Antipsychotics were the sixth best selling class of medications globally in 2007, according to IMS Health. They raked in a cool $20.7 billion, an increase of 10.7% from 2006. Thank God we are doing a better job of overrecognizing, er, appropriately treating bipolar disorder. Antidepressants were #7, at $19.7 billion, down nearly seven percent. This does not appear to be due to declining prescriptions. Blame generics, not decreased prescriptions for the lower numbers. With Cymbalta, Lilly has shown that new antidepressants don’t have to be anything special, so it would behoove other companies to release other run of the mill antidepressants, attach a comical, er, highly educational marketing campaign such as Depression Hurts, then watch the money roll in. Just some free advice.

It was the author of that website (Clinical Psych) that proposed a National Bipolar Unawareness Week. An humorous take on the overdiagnosis of manic depression.

Time Story on the Medicated Army

Fighting low morale with SSRIs. The gist of the story in last week’s Time magazine is that the army is using SSRIs to combat battle fatigue and low morale. A disturbing conclusion that one might take away from the article is that the use of SSRIs, used to extend deployments, might actually contribute to the high incidence of PTSD — arguably a more damaging condition that depression. There is a high rate of PTSD among troops who have been deployed two or three or more times to Afghanistan or Iraq.

A new deployment model: As one army source commented this changes the model of how long troops can be deployed:

“Colonel Joseph Horam says antidepressants have made “a striking difference” in the way troops are treated in war….In the Persian Gulf War, we didn’t have these medications, so our basic philosophy was ‘three hots and a cot'” — giving stressed troops a little rest and relaxation to see if they improved. “If they didn’t get better right away, they’d need to head to the rear and probably out of theater.” But in his most recent stint in Baghdad in 2006, he treated a soldier who guarded Iraqi detainees. “He was distraught while he was having high-level interactions with detainees, having emotional confrontations with them — and carrying weapons,” Horam says. “But he was part of a highly trained team, and we didn’t want to lose him. So we put him on an SSRI, and within a week, he was a new person, and we got him back to full duty.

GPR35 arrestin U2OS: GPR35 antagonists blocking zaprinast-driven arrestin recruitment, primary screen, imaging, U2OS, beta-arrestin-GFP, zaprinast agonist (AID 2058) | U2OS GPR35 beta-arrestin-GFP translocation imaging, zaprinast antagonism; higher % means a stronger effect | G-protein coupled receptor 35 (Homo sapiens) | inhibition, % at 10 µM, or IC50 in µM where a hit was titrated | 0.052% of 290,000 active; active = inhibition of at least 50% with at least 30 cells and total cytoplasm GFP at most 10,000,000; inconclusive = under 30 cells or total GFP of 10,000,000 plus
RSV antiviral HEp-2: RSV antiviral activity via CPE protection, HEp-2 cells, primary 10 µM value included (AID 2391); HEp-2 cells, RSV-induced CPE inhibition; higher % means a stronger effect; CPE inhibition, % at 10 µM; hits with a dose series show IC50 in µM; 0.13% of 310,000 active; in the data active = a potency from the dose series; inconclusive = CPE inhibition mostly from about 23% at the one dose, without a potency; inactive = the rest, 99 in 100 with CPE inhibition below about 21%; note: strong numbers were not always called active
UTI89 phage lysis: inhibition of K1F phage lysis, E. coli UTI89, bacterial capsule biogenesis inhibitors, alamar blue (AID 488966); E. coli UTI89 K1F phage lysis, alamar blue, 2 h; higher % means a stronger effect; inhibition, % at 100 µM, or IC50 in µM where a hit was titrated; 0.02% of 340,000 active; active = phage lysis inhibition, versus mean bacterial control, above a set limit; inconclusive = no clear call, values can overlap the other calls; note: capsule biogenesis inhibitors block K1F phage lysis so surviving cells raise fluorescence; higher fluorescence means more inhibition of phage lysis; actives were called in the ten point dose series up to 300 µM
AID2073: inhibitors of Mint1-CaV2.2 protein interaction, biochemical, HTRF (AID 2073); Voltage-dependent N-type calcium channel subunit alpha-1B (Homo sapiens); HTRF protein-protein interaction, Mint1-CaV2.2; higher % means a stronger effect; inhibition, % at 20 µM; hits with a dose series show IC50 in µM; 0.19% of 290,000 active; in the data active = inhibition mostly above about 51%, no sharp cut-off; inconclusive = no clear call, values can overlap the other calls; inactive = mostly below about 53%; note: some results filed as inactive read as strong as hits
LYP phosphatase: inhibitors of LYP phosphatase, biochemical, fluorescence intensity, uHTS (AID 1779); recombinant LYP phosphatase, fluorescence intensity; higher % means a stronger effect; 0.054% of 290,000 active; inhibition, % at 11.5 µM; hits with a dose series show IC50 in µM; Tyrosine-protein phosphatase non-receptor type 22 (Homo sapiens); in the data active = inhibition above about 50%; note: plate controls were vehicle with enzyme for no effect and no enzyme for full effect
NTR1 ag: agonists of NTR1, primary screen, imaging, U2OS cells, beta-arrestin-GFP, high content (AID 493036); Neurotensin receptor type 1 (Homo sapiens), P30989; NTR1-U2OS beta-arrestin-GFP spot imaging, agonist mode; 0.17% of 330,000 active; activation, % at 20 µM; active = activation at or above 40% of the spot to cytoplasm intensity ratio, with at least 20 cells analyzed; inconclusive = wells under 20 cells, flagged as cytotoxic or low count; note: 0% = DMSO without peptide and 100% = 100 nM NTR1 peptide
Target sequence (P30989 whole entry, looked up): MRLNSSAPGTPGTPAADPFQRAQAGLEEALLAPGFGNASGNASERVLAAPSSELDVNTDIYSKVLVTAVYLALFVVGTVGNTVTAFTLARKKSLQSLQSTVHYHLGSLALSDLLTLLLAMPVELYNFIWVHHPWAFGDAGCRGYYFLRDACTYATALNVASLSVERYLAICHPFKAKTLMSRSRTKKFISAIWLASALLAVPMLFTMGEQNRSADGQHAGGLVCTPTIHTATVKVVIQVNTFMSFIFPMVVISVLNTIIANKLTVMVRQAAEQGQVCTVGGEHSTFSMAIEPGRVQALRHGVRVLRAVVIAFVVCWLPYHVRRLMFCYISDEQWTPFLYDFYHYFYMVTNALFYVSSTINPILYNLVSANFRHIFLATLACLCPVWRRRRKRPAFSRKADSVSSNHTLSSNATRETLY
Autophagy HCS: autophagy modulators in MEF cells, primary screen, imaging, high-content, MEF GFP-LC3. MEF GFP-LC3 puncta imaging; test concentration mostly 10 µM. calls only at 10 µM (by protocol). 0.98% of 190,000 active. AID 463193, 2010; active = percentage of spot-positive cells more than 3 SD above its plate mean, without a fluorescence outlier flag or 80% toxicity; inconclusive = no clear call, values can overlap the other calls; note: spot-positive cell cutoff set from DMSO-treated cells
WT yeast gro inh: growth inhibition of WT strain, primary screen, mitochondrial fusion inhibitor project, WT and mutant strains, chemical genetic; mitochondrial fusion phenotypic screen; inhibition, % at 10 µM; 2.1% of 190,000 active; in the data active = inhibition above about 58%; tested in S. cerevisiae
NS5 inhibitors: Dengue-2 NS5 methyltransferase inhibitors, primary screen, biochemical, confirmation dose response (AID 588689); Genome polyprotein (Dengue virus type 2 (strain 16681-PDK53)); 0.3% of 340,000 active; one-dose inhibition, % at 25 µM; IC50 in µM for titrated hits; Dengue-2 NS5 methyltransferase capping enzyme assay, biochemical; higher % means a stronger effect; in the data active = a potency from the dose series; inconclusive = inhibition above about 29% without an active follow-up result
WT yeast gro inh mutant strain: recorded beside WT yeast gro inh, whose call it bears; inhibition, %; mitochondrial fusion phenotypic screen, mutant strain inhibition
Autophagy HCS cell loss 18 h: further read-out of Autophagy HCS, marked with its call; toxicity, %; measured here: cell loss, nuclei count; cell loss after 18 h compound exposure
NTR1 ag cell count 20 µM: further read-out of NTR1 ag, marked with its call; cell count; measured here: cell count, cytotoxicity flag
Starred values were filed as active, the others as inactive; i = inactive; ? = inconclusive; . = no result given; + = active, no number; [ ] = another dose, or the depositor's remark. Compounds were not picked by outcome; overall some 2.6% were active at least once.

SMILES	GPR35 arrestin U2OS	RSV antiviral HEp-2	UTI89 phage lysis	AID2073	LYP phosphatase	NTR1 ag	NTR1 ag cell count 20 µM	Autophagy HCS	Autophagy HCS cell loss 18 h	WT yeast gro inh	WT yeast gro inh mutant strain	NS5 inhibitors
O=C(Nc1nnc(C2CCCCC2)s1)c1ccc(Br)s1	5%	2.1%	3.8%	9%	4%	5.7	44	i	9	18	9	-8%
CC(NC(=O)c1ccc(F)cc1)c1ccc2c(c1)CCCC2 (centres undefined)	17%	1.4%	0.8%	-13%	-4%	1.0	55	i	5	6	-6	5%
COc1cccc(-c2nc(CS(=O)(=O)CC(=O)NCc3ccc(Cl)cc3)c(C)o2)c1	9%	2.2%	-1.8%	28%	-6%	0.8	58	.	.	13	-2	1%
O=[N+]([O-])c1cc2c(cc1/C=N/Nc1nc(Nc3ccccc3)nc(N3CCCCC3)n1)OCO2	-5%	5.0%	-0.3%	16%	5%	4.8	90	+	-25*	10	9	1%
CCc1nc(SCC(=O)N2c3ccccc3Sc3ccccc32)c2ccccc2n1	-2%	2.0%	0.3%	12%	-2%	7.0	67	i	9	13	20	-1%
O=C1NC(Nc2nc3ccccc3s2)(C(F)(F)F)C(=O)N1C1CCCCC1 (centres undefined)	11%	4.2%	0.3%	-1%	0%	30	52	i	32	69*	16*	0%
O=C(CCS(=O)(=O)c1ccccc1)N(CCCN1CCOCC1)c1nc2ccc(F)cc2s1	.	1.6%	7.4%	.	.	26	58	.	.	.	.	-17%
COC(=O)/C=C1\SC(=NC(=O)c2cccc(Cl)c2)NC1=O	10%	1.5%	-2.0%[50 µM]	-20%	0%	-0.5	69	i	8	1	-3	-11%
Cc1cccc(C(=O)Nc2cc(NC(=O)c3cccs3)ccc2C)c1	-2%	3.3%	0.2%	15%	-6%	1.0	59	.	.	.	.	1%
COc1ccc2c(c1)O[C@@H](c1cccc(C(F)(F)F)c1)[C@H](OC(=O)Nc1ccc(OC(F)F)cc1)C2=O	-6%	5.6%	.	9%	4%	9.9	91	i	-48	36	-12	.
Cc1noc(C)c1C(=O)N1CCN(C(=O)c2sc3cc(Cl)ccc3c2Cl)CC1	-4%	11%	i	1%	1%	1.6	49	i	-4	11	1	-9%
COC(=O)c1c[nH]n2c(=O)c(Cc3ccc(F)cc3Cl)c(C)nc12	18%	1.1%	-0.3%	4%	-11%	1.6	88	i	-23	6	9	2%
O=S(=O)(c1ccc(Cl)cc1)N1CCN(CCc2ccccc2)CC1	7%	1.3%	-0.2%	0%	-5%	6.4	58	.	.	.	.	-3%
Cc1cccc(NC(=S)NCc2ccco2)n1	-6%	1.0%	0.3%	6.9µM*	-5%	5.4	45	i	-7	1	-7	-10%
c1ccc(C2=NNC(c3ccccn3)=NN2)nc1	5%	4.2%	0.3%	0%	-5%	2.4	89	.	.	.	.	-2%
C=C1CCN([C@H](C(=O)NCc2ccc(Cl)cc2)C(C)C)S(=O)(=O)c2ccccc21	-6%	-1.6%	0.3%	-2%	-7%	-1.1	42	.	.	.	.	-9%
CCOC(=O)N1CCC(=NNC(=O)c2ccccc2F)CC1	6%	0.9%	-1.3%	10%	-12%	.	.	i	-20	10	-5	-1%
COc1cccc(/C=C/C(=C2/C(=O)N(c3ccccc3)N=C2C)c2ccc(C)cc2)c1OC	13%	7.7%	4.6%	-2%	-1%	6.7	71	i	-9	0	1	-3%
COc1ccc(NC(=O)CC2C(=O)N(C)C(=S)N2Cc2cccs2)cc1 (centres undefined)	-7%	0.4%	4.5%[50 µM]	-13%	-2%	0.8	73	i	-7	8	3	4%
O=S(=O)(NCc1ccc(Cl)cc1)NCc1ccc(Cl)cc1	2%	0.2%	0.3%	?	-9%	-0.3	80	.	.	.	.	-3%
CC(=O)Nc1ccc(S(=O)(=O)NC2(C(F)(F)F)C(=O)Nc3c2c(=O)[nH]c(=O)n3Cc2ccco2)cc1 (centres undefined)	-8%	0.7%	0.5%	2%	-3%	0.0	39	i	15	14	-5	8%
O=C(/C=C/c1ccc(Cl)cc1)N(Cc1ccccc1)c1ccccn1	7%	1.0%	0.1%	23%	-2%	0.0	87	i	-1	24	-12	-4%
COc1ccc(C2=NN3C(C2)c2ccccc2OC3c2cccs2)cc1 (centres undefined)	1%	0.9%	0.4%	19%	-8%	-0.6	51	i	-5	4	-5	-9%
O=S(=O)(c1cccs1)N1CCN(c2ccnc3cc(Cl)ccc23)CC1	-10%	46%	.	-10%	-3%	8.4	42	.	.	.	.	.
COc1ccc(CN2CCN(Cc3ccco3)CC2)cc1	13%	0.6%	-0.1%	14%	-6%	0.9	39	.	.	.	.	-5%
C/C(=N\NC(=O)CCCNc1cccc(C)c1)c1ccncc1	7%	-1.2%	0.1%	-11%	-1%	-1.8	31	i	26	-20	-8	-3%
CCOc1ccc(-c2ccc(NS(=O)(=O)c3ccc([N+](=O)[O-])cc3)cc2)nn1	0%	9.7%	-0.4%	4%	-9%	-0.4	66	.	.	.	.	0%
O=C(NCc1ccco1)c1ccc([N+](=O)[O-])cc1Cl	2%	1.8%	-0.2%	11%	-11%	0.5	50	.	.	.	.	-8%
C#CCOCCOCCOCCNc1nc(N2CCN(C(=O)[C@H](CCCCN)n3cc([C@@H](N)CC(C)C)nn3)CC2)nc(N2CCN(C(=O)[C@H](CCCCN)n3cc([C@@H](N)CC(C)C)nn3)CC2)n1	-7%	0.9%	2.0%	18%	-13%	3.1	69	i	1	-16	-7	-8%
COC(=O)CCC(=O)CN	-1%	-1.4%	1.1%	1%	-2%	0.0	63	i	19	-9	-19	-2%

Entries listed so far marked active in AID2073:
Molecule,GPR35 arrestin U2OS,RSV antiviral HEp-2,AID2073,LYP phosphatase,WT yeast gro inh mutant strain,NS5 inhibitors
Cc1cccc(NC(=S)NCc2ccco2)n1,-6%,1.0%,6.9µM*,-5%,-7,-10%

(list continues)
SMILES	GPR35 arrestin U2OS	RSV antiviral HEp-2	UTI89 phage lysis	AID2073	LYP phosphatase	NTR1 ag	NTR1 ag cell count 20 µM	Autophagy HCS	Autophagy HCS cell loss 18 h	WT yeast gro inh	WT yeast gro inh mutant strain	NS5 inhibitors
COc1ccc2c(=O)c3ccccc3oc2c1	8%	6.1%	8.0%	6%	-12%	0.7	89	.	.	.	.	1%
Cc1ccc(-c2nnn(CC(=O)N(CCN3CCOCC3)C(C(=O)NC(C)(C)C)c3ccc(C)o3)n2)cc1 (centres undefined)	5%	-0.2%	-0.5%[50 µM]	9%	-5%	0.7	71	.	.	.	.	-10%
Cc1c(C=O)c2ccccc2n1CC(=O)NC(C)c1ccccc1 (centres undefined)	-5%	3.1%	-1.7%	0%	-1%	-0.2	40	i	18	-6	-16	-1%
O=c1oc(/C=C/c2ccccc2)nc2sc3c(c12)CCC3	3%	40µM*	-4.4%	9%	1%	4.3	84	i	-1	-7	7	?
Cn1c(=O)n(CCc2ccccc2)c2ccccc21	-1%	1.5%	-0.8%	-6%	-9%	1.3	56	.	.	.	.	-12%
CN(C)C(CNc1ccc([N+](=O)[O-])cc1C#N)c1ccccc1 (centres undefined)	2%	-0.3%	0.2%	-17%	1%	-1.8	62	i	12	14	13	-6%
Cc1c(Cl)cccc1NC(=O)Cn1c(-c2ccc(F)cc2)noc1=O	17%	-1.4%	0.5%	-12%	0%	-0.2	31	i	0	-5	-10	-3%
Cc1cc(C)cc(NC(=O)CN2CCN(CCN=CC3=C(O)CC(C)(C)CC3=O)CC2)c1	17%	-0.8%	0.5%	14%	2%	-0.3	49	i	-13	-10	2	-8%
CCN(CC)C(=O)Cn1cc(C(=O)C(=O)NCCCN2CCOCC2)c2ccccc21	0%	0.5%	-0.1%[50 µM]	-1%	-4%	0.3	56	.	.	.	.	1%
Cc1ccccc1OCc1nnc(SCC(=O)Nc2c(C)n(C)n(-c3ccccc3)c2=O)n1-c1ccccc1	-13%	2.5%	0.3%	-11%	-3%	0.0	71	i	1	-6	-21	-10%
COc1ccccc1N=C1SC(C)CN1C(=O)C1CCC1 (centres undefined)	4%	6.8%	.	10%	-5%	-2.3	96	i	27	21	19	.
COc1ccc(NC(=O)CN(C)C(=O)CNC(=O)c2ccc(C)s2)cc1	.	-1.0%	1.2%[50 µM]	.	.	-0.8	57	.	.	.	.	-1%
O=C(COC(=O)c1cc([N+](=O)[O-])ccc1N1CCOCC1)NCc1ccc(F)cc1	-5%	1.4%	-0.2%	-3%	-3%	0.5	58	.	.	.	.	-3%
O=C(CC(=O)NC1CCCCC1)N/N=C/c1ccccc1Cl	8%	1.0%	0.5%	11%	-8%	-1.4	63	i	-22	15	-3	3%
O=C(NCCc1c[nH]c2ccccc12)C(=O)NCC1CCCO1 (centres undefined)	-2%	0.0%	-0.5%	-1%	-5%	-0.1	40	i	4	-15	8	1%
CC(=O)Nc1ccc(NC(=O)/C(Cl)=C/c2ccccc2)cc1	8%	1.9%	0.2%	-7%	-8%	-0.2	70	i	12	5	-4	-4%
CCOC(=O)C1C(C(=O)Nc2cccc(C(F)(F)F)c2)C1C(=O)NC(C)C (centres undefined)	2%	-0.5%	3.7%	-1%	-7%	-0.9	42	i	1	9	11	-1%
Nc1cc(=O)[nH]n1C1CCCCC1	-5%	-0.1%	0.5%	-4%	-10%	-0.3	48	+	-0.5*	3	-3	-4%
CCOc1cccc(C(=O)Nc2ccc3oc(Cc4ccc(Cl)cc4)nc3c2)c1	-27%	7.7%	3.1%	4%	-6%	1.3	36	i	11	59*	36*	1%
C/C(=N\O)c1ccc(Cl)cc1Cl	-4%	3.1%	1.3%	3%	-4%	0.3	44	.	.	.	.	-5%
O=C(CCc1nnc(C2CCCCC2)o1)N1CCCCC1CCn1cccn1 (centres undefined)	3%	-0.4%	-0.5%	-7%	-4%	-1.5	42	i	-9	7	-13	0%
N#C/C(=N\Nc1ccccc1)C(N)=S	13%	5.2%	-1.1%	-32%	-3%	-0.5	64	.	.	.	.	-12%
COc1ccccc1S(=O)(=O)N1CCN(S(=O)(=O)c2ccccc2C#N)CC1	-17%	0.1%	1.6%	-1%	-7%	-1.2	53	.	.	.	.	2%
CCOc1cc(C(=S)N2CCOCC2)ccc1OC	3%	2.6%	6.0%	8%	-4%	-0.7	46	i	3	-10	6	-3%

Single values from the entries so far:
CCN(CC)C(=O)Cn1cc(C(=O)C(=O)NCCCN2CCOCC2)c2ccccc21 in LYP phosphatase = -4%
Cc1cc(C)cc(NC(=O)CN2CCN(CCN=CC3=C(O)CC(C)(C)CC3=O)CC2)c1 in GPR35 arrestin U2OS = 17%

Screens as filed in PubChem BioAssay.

Treating PTSD with SSRIs? Since a large number of veterans are being diagnosed with PTSD. The piece raises the question about whether SSRIs are being used to treat that disorder. This is an important question since SSRIs have never been shown to be effective in treating PTSD. They might function as a band-aid at best.

Chris LeJeune could have told them that. When he returned home in May 2004, he remained on clonazepam and other drugs. He became one of 300,000 Americans who served in Iraq and Afghanistan and suffer from PTSD or depression. “But PTSD isn’t fixed by taking pills — it’s just numbed,” he claims now. “And I felt like I was drugged all the time.” So a year ago, he simply stopped taking them.

Suicide and SSRIs. And the article also examines a possible link between suicide and the use of SSRIs, although it’s careful to note that it’s not clear that this is a direct link (i.e. causal). With antidepressants being handed out like candy, the statistic may not be as surprising as they appear at first glance, but they certainly give pause:

Nearly 40% of Army suicide victims in 2006 and 2007 took psychotropic drugs — overwhelmingly, selective serotonin reuptake inhibitors (SSRIs) like Prozac and Zoloft.

Check out the story here. The graphic is priceless.

Kalea Chapman, Psy.D.

Sleeping Pills: More Fun From Big Pharma

Everyone Needs Therapy (April 6) has an interesting post commenting on a Wall Street Journal article on, you guessed it, sleeping pills. Not surprisingly, they can have some unintended effects. Since the usual suspects here are SSRIs and atypical antipsychotics — here’s a look at sleeping pills. More fun from Big Pharma.